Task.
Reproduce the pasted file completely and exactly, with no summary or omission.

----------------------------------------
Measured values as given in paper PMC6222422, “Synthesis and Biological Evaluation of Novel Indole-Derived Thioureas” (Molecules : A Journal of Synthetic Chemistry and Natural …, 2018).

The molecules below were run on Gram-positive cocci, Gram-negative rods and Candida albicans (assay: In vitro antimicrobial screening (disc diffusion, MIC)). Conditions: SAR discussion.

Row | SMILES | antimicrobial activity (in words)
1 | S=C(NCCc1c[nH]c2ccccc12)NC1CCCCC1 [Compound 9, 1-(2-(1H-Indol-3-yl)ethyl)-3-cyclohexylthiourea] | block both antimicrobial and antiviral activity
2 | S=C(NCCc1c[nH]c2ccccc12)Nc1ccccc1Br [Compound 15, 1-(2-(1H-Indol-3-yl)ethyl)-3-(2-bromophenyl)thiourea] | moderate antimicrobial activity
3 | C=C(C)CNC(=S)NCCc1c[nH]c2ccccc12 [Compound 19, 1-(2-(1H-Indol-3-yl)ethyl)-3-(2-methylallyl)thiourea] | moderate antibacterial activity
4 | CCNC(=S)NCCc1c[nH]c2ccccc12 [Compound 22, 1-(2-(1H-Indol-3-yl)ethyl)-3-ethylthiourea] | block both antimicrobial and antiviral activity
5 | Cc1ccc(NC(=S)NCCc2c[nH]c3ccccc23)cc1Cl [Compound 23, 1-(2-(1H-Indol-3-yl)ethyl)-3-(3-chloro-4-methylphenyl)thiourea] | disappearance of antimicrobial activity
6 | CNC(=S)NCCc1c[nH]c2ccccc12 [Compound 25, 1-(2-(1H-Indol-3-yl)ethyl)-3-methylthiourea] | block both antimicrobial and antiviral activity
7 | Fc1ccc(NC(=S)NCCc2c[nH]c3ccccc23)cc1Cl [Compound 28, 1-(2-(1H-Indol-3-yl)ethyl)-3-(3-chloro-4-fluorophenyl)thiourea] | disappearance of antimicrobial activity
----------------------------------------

Measured values as given in paper PMC6222422, “Synthesis and Biological Evaluation of Novel Indole-Derived Thioureas” (Molecules : A Journal of Synthetic Chemistry and Natural …, 2018).

The molecules below were run on Gram-positive cocci, Gram-negative rods and Candida albicans (assay: In vitro antimicrobial screening (disc diffusion, MIC)). Conditions: SAR discussion.

Row | SMILES | antimicrobial activity (in words)
1 | S=C(NCCc1c[nH]c2ccccc12)NC1CCCCC1 [Compound 9, 1-(2-(1H-Indol-3-yl)ethyl)-3-cyclohexylthiourea] | block both antimicrobial and antiviral activity
2 | S=C(NCCc1c[nH]c2ccccc12)Nc1ccccc1Br [Compound 15, 1-(2-(1H-Indol-3-yl)ethyl)-3-(2-bromophenyl)thiourea] | moderate antimicrobial activity
3 | C=C(C)CNC(=S)NCCc1c[nH]c2ccccc12 [Compound 19, 1-(2-(1H-Indol-3-yl)ethyl)-3-(2-methylallyl)thiourea] | moderate antibacterial activity
4 | CCNC(=S)NCCc1c[nH]c2ccccc12 [Compound 22, 1-(2-(1H-Indol-3-yl)ethyl)-3-ethylthiourea] | block both antimicrobial and antiviral activity
5 | Cc1ccc(NC(=S)NCCc2c[nH]c3ccccc23)cc1Cl [Compound 23, 1-(2-(1H-Indol-3-yl)ethyl)-3-(3-chloro-4-methylphenyl)thiourea] | disappearance of antimicrobial activity
6 | CNC(=S)NCCc1c[nH]c2ccccc12 [Compound 25, 1-(2-(1H-Indol-3-yl)ethyl)-3-methylthiourea] | block both antimicrobial and antiviral activity
7 | Fc1ccc(NC(=S)NCCc2c[nH]c3ccccc23)cc1Cl [Compound 28, 1-(2-(1H-Indol-3-yl)ethyl)-3-(3-chloro-4-fluorophenyl)thiourea] | disappearance of antimicrobial activity